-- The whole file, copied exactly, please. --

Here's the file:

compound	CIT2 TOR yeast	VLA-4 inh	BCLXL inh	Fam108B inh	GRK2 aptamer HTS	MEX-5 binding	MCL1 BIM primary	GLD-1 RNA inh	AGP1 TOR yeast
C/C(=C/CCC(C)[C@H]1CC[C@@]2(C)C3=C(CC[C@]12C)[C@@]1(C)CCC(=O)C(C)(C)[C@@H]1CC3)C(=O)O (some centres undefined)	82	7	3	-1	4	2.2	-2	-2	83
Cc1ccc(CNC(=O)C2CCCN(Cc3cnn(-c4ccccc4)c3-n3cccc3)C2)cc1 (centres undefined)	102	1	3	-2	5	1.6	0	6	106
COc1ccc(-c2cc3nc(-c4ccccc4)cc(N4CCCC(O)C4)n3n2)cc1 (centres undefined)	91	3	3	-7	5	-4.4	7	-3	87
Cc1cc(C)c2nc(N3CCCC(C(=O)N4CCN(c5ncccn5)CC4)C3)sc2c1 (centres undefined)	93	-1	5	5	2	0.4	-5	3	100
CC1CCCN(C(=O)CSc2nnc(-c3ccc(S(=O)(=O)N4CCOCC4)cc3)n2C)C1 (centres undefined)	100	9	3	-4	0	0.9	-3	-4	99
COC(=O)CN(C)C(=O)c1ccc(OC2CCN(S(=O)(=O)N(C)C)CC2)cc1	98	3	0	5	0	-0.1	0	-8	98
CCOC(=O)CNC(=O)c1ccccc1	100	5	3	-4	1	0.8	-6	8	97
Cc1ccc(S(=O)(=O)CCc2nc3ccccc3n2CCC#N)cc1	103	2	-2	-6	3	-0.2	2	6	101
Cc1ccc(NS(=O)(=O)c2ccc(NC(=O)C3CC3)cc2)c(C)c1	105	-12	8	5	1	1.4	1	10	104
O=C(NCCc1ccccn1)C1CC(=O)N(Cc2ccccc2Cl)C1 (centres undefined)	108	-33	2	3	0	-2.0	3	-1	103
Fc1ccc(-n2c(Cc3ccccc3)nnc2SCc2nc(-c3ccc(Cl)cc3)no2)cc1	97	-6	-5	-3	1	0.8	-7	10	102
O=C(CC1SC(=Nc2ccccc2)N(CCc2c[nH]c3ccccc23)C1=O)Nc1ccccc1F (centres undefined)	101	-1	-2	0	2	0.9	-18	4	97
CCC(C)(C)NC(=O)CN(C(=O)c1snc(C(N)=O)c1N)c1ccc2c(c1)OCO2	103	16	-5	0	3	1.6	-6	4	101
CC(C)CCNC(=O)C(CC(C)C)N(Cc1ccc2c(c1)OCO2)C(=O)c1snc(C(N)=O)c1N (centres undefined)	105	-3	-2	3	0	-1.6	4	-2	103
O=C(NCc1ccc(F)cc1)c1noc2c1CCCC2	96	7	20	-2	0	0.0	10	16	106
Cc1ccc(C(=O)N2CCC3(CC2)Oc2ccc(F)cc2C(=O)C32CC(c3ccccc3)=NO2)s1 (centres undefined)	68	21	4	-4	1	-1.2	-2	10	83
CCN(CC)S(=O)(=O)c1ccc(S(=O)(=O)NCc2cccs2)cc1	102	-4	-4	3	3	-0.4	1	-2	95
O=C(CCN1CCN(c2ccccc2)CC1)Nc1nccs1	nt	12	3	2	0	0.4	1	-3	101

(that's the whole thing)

compound	CIT2 TOR yeast	VLA-4 inh	BCLXL inh	Fam108B inh	GRK2 aptamer HTS	MEX-5 binding	MCL1 BIM primary	GLD-1 RNA inh	AGP1 TOR yeast
C/C(=C/CCC(C)[C@H]1CC[C@@]2(C)C3=C(CC[C@]12C)[C@@]1(C)CCC(=O)C(C)(C)[C@@H]1CC3)C(=O)O (some centres undefined)	82	7	3	-1	4	2.2	-2	-2	83
Cc1ccc(CNC(=O)C2CCCN(Cc3cnn(-c4ccccc4)c3-n3cccc3)C2)cc1 (centres undefined)	102	1	3	-2	5	1.6	0	6	106
COc1ccc(-c2cc3nc(-c4ccccc4)cc(N4CCCC(O)C4)n3n2)cc1 (centres undefined)	91	3	3	-7	5	-4.4	7	-3	87
Cc1cc(C)c2nc(N3CCCC(C(=O)N4CCN(c5ncccn5)CC4)C3)sc2c1 (centres undefined)	93	-1	5	5	2	0.4	-5	3	100
CC1CCCN(C(=O)CSc2nnc(-c3ccc(S(=O)(=O)N4CCOCC4)cc3)n2C)C1 (centres undefined)	100	9	3	-4	0	0.9	-3	-4	99
COC(=O)CN(C)C(=O)c1ccc(OC2CCN(S(=O)(=O)N(C)C)CC2)cc1	98	3	0	5	0	-0.1	0	-8	98
CCOC(=O)CNC(=O)c1ccccc1	100	5	3	-4	1	0.8	-6	8	97
Cc1ccc(S(=O)(=O)CCc2nc3ccccc3n2CCC#N)cc1	103	2	-2	-6	3	-0.2	2	6	101
Cc1ccc(NS(=O)(=O)c2ccc(NC(=O)C3CC3)cc2)c(C)c1	105	-12	8	5	1	1.4	1	10	104
O=C(NCCc1ccccn1)C1CC(=O)N(Cc2ccccc2Cl)C1 (centres undefined)	108	-33	2	3	0	-2.0	3	-1	103
Fc1ccc(-n2c(Cc3ccccc3)nnc2SCc2nc(-c3ccc(Cl)cc3)no2)cc1	97	-6	-5	-3	1	0.8	-7	10	102
O=C(CC1SC(=Nc2ccccc2)N(CCc2c[nH]c3ccccc23)C1=O)Nc1ccccc1F (centres undefined)	101	-1	-2	0	2	0.9	-18	4	97
CCC(C)(C)NC(=O)CN(C(=O)c1snc(C(N)=O)c1N)c1ccc2c(c1)OCO2	103	16	-5	0	3	1.6	-6	4	101
CC(C)CCNC(=O)C(CC(C)C)N(Cc1ccc2c(c1)OCO2)C(=O)c1snc(C(N)=O)c1N (centres undefined)	105	-3	-2	3	0	-1.6	4	-2	103
O=C(NCc1ccc(F)cc1)c1noc2c1CCCC2	96	7	20	-2	0	0.0	10	16	106
Cc1ccc(C(=O)N2CCC3(CC2)Oc2ccc(F)cc2C(=O)C32CC(c3ccccc3)=NO2)s1 (centres undefined)	68	21	4	-4	1	-1.2	-2	10	83
CCN(CC)S(=O)(=O)c1ccc(S(=O)(=O)NCc2cccs2)cc1	102	-4	-4	3	3	-0.4	1	-2	95
O=C(CCN1CCN(c2ccccc2)CC1)Nc1nccs1	nt	12	3	2	0	0.4	1	-3	101